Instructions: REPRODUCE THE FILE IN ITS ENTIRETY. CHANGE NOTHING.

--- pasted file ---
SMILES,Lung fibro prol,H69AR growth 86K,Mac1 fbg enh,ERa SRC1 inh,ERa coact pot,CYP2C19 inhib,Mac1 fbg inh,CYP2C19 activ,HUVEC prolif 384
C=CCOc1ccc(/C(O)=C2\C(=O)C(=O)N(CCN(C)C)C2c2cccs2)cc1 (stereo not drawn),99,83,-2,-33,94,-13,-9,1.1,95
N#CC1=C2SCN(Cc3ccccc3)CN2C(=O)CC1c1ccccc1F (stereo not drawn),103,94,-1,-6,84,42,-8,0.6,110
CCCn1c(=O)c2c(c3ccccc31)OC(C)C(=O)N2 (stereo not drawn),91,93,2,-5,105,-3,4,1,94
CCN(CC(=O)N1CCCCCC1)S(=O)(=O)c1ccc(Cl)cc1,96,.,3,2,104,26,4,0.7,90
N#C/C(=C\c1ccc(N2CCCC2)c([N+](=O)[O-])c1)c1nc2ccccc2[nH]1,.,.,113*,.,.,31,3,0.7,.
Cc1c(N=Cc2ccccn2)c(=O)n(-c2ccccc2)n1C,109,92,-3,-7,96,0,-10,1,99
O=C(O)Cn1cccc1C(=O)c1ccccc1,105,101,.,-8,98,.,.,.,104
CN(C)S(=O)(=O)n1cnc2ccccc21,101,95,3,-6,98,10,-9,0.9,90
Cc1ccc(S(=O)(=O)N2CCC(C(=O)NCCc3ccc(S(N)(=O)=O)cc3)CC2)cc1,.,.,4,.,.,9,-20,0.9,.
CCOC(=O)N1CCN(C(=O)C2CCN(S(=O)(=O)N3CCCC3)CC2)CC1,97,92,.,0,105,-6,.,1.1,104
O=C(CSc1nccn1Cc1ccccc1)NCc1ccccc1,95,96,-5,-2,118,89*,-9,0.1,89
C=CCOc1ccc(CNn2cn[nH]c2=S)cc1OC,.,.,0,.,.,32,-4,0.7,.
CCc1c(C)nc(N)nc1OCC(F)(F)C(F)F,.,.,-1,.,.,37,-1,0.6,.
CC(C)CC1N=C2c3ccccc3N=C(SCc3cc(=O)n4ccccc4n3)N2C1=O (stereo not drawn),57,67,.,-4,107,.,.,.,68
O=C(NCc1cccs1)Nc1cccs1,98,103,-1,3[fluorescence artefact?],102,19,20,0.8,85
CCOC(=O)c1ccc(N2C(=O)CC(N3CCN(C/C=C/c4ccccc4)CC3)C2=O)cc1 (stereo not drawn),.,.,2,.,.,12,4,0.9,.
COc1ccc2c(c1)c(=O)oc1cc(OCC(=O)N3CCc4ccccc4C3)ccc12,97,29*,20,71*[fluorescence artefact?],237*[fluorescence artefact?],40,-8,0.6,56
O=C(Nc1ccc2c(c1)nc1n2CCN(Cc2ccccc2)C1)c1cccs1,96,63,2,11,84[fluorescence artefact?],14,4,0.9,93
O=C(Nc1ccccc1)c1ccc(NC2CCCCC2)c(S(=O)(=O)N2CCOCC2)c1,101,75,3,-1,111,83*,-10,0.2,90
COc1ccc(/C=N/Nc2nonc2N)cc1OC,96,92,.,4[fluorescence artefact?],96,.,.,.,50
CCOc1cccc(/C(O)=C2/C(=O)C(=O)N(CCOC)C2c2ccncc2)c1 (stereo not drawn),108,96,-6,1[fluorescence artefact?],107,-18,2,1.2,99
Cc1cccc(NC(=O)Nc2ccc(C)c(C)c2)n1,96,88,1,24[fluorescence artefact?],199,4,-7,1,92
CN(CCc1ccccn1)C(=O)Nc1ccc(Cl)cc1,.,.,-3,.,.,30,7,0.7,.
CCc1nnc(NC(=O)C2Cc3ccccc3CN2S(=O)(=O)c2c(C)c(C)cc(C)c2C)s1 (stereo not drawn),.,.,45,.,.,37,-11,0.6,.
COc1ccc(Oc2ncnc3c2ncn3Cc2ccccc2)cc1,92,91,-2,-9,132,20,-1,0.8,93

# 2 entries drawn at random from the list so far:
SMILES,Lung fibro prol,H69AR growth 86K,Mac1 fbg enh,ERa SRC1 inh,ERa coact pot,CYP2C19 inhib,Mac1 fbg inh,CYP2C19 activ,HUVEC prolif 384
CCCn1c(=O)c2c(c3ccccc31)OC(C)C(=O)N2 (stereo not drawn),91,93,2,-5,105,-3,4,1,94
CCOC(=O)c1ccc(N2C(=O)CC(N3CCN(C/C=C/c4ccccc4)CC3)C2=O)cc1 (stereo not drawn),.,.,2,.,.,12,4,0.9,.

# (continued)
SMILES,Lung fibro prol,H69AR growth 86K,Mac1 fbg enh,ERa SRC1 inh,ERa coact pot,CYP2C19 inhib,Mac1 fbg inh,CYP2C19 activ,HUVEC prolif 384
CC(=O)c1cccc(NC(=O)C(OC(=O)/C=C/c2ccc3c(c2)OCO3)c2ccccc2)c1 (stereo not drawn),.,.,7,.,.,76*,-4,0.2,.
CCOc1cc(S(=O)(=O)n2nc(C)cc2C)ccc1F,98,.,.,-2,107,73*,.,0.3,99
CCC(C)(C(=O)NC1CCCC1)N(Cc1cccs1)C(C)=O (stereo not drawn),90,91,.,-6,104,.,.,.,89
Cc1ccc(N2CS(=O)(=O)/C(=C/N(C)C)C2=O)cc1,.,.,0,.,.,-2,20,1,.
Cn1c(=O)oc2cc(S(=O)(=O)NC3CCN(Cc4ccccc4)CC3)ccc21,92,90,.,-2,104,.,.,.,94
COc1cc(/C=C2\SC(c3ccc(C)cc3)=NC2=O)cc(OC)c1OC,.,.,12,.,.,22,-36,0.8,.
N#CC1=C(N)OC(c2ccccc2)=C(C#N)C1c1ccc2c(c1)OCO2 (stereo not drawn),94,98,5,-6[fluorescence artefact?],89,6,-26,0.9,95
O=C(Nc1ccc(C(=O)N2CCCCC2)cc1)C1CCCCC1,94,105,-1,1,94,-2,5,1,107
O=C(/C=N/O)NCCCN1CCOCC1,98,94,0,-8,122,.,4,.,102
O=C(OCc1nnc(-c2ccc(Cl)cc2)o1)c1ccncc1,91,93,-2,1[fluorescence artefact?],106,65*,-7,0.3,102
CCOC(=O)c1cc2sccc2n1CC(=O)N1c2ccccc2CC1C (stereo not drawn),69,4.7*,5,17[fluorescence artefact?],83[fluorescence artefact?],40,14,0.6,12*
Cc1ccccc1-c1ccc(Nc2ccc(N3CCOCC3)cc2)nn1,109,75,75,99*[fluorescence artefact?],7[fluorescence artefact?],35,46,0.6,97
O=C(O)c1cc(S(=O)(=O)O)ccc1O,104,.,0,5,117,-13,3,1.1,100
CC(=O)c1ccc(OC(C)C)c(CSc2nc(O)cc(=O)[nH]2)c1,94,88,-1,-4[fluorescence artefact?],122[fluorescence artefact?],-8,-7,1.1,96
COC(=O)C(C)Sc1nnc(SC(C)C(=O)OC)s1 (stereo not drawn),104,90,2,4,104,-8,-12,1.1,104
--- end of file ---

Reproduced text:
SMILES,Lung fibro prol,H69AR growth 86K,Mac1 fbg enh,ERa SRC1 inh,ERa coact pot,CYP2C19 inhib,Mac1 fbg inh,CYP2C19 activ,HUVEC prolif 384
C=CCOc1ccc(/C(O)=C2\C(=O)C(=O)N(CCN(C)C)C2c2cccs2)cc1 (stereo not drawn),99,83,-2,-33,94,-13,-9,1.1,95
N#CC1=C2SCN(Cc3ccccc3)CN2C(=O)CC1c1ccccc1F (stereo not drawn),103,94,-1,-6,84,42,-8,0.6,110
CCCn1c(=O)c2c(c3ccccc31)OC(C)C(=O)N2 (stereo not drawn),91,93,2,-5,105,-3,4,1,94
CCN(CC(=O)N1CCCCCC1)S(=O)(=O)c1ccc(Cl)cc1,96,.,3,2,104,26,4,0.7,90
N#C/C(=C\c1ccc(N2CCCC2)c([N+](=O)[O-])c1)c1nc2ccccc2[nH]1,.,.,113*,.,.,31,3,0.7,.
Cc1c(N=Cc2ccccn2)c(=O)n(-c2ccccc2)n1C,109,92,-3,-7,96,0,-10,1,99
O=C(O)Cn1cccc1C(=O)c1ccccc1,105,101,.,-8,98,.,.,.,104
CN(C)S(=O)(=O)n1cnc2ccccc21,101,95,3,-6,98,10,-9,0.9,90
Cc1ccc(S(=O)(=O)N2CCC(C(=O)NCCc3ccc(S(N)(=O)=O)cc3)CC2)cc1,.,.,4,.,.,9,-20,0.9,.
CCOC(=O)N1CCN(C(=O)C2CCN(S(=O)(=O)N3CCCC3)CC2)CC1,97,92,.,0,105,-6,.,1.1,104
O=C(CSc1nccn1Cc1ccccc1)NCc1ccccc1,95,96,-5,-2,118,89*,-9,0.1,89
C=CCOc1ccc(CNn2cn[nH]c2=S)cc1OC,.,.,0,.,.,32,-4,0.7,.
CCc1c(C)nc(N)nc1OCC(F)(F)C(F)F,.,.,-1,.,.,37,-1,0.6,.
CC(C)CC1N=C2c3ccccc3N=C(SCc3cc(=O)n4ccccc4n3)N2C1=O (stereo not drawn),57,67,.,-4,107,.,.,.,68
O=C(NCc1cccs1)Nc1cccs1,98,103,-1,3[fluorescence artefact?],102,19,20,0.8,85
CCOC(=O)c1ccc(N2C(=O)CC(N3CCN(C/C=C/c4ccccc4)CC3)C2=O)cc1 (stereo not drawn),.,.,2,.,.,12,4,0.9,.
COc1ccc2c(c1)c(=O)oc1cc(OCC(=O)N3CCc4ccccc4C3)ccc12,97,29*,20,71*[fluorescence artefact?],237*[fluorescence artefact?],40,-8,0.6,56
O=C(Nc1ccc2c(c1)nc1n2CCN(Cc2ccccc2)C1)c1cccs1,96,63,2,11,84[fluorescence artefact?],14,4,0.9,93
O=C(Nc1ccccc1)c1ccc(NC2CCCCC2)c(S(=O)(=O)N2CCOCC2)c1,101,75,3,-1,111,83*,-10,0.2,90
COc1ccc(/C=N/Nc2nonc2N)cc1OC,96,92,.,4[fluorescence artefact?],96,.,.,.,50
CCOc1cccc(/C(O)=C2/C(=O)C(=O)N(CCOC)C2c2ccncc2)c1 (stereo not drawn),108,96,-6,1[fluorescence artefact?],107,-18,2,1.2,99
Cc1cccc(NC(=O)Nc2ccc(C)c(C)c2)n1,96,88,1,24[fluorescence artefact?],199,4,-7,1,92
CN(CCc1ccccn1)C(=O)Nc1ccc(Cl)cc1,.,.,-3,.,.,30,7,0.7,.
CCc1nnc(NC(=O)C2Cc3ccccc3CN2S(=O)(=O)c2c(C)c(C)cc(C)c2C)s1 (stereo not drawn),.,.,45,.,.,37,-11,0.6,.
COc1ccc(Oc2ncnc3c2ncn3Cc2ccccc2)cc1,92,91,-2,-9,132,20,-1,0.8,93

# 2 entries drawn at random from the list so far:
SMILES,Lung fibro prol,H69AR growth 86K,Mac1 fbg enh,ERa SRC1 inh,ERa coact pot,CYP2C19 inhib,Mac1 fbg inh,CYP2C19 activ,HUVEC prolif 384
CCCn1c(=O)c2c(c3ccccc31)OC(C)C(=O)N2 (stereo not drawn),91,93,2,-5,105,-3,4,1,94
CCOC(=O)c1ccc(N2C(=O)CC(N3CCN(C/C=C/c4ccccc4)CC3)C2=O)cc1 (stereo not drawn),.,.,2,.,.,12,4,0.9,.

# (continued)
SMILES,Lung fibro prol,H69AR growth 86K,Mac1 fbg enh,ERa SRC1 inh,ERa coact pot,CYP2C19 inhib,Mac1 fbg inh,CYP2C19 activ,HUVEC prolif 384
CC(=O)c1cccc(NC(=O)C(OC(=O)/C=C/c2ccc3c(c2)OCO3)c2ccccc2)c1 (stereo not drawn),.,.,7,.,.,76*,-4,0.2,.
CCOc1cc(S(=O)(=O)n2nc(C)cc2C)ccc1F,98,.,.,-2,107,73*,.,0.3,99
CCC(C)(C(=O)NC1CCCC1)N(Cc1cccs1)C(C)=O (stereo not drawn),90,91,.,-6,104,.,.,.,89
Cc1ccc(N2CS(=O)(=O)/C(=C/N(C)C)C2=O)cc1,.,.,0,.,.,-2,20,1,.
Cn1c(=O)oc2cc(S(=O)(=O)NC3CCN(Cc4ccccc4)CC3)ccc21,92,90,.,-2,104,.,.,.,94
COc1cc(/C=C2\SC(c3ccc(C)cc3)=NC2=O)cc(OC)c1OC,.,.,12,.,.,22,-36,0.8,.
N#CC1=C(N)OC(c2ccccc2)=C(C#N)C1c1ccc2c(c1)OCO2 (stereo not drawn),94,98,5,-6[fluorescence artefact?],89,6,-26,0.9,95
O=C(Nc1ccc(C(=O)N2CCCCC2)cc1)C1CCCCC1,94,105,-1,1,94,-2,5,1,107
O=C(/C=N/O)NCCCN1CCOCC1,98,94,0,-8,122,.,4,.,102
O=C(OCc1nnc(-c2ccc(Cl)cc2)o1)c1ccncc1,91,93,-2,1[fluorescence artefact?],106,65*,-7,0.3,102
CCOC(=O)c1cc2sccc2n1CC(=O)N1c2ccccc2CC1C (stereo not drawn),69,4.7*,5,17[fluorescence artefact?],83[fluorescence artefact?],40,14,0.6,12*
Cc1ccccc1-c1ccc(Nc2ccc(N3CCOCC3)cc2)nn1,109,75,75,99*[fluorescence artefact?],7[fluorescence artefact?],35,46,0.6,97
O=C(O)c1cc(S(=O)(=O)O)ccc1O,104,.,0,5,117,-13,3,1.1,100
CC(=O)c1ccc(OC(C)C)c(CSc2nc(O)cc(=O)[nH]2)c1,94,88,-1,-4[fluorescence artefact?],122[fluorescence artefact?],-8,-7,1.1,96
COC(=O)C(C)Sc1nnc(SC(C)C(=O)OC)s1 (stereo not drawn),104,90,2,4,104,-8,-12,1.1,104